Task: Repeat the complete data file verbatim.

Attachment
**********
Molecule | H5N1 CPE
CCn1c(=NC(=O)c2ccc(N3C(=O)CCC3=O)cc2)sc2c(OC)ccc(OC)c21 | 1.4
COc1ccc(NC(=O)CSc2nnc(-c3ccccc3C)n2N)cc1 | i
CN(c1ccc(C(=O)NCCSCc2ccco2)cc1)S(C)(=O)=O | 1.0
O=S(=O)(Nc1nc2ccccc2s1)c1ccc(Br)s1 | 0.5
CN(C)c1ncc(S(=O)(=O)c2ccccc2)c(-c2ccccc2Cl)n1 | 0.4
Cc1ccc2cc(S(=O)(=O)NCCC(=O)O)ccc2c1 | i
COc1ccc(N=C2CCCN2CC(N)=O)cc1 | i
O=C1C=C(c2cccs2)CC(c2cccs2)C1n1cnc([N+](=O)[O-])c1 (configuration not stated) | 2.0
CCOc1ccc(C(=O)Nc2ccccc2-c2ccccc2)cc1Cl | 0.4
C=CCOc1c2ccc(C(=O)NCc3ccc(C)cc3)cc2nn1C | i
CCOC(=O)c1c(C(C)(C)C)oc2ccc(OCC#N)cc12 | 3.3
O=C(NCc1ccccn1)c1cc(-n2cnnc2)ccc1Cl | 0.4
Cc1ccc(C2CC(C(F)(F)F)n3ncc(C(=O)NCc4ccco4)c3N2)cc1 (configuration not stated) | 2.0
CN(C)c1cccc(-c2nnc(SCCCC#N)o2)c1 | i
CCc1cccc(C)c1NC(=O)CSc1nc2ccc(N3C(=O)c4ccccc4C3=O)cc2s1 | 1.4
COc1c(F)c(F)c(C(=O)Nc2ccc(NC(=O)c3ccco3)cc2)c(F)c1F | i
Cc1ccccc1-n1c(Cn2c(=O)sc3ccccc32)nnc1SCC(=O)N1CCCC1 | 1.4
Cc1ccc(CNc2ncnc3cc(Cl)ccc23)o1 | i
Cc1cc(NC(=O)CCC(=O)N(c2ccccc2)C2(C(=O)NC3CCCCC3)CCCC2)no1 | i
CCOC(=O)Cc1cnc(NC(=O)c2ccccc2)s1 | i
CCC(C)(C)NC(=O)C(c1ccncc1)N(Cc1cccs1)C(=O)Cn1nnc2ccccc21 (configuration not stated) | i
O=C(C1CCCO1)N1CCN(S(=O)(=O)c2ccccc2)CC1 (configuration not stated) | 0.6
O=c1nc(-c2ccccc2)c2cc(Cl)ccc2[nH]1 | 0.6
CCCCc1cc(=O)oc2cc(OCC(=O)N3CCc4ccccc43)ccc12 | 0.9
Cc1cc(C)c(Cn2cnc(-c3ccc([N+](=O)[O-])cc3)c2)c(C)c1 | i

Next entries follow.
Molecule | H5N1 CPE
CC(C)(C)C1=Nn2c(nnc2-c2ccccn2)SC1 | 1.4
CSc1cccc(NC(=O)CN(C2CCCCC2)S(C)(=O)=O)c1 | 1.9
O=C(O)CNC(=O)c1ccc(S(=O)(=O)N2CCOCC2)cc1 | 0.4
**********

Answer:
Molecule | H5N1 CPE
CCn1c(=NC(=O)c2ccc(N3C(=O)CCC3=O)cc2)sc2c(OC)ccc(OC)c21 | 1.4
COc1ccc(NC(=O)CSc2nnc(-c3ccccc3C)n2N)cc1 | i
CN(c1ccc(C(=O)NCCSCc2ccco2)cc1)S(C)(=O)=O | 1.0
O=S(=O)(Nc1nc2ccccc2s1)c1ccc(Br)s1 | 0.5
CN(C)c1ncc(S(=O)(=O)c2ccccc2)c(-c2ccccc2Cl)n1 | 0.4
Cc1ccc2cc(S(=O)(=O)NCCC(=O)O)ccc2c1 | i
COc1ccc(N=C2CCCN2CC(N)=O)cc1 | i
O=C1C=C(c2cccs2)CC(c2cccs2)C1n1cnc([N+](=O)[O-])c1 (configuration not stated) | 2.0
CCOc1ccc(C(=O)Nc2ccccc2-c2ccccc2)cc1Cl | 0.4
C=CCOc1c2ccc(C(=O)NCc3ccc(C)cc3)cc2nn1C | i
CCOC(=O)c1c(C(C)(C)C)oc2ccc(OCC#N)cc12 | 3.3
O=C(NCc1ccccn1)c1cc(-n2cnnc2)ccc1Cl | 0.4
Cc1ccc(C2CC(C(F)(F)F)n3ncc(C(=O)NCc4ccco4)c3N2)cc1 (configuration not stated) | 2.0
CN(C)c1cccc(-c2nnc(SCCCC#N)o2)c1 | i
CCc1cccc(C)c1NC(=O)CSc1nc2ccc(N3C(=O)c4ccccc4C3=O)cc2s1 | 1.4
COc1c(F)c(F)c(C(=O)Nc2ccc(NC(=O)c3ccco3)cc2)c(F)c1F | i
Cc1ccccc1-n1c(Cn2c(=O)sc3ccccc32)nnc1SCC(=O)N1CCCC1 | 1.4
Cc1ccc(CNc2ncnc3cc(Cl)ccc23)o1 | i
Cc1cc(NC(=O)CCC(=O)N(c2ccccc2)C2(C(=O)NC3CCCCC3)CCCC2)no1 | i
CCOC(=O)Cc1cnc(NC(=O)c2ccccc2)s1 | i
CCC(C)(C)NC(=O)C(c1ccncc1)N(Cc1cccs1)C(=O)Cn1nnc2ccccc21 (configuration not stated) | i
O=C(C1CCCO1)N1CCN(S(=O)(=O)c2ccccc2)CC1 (configuration not stated) | 0.6
O=c1nc(-c2ccccc2)c2cc(Cl)ccc2[nH]1 | 0.6
CCCCc1cc(=O)oc2cc(OCC(=O)N3CCc4ccccc43)ccc12 | 0.9
Cc1cc(C)c(Cn2cnc(-c3ccc([N+](=O)[O-])cc3)c2)c(C)c1 | i

Next entries follow.
Molecule | H5N1 CPE
CC(C)(C)C1=Nn2c(nnc2-c2ccccn2)SC1 | 1.4
CSc1cccc(NC(=O)CN(C2CCCCC2)S(C)(=O)=O)c1 | 1.9
O=C(O)CNC(=O)c1ccc(S(=O)(=O)N2CCOCC2)cc1 | 0.4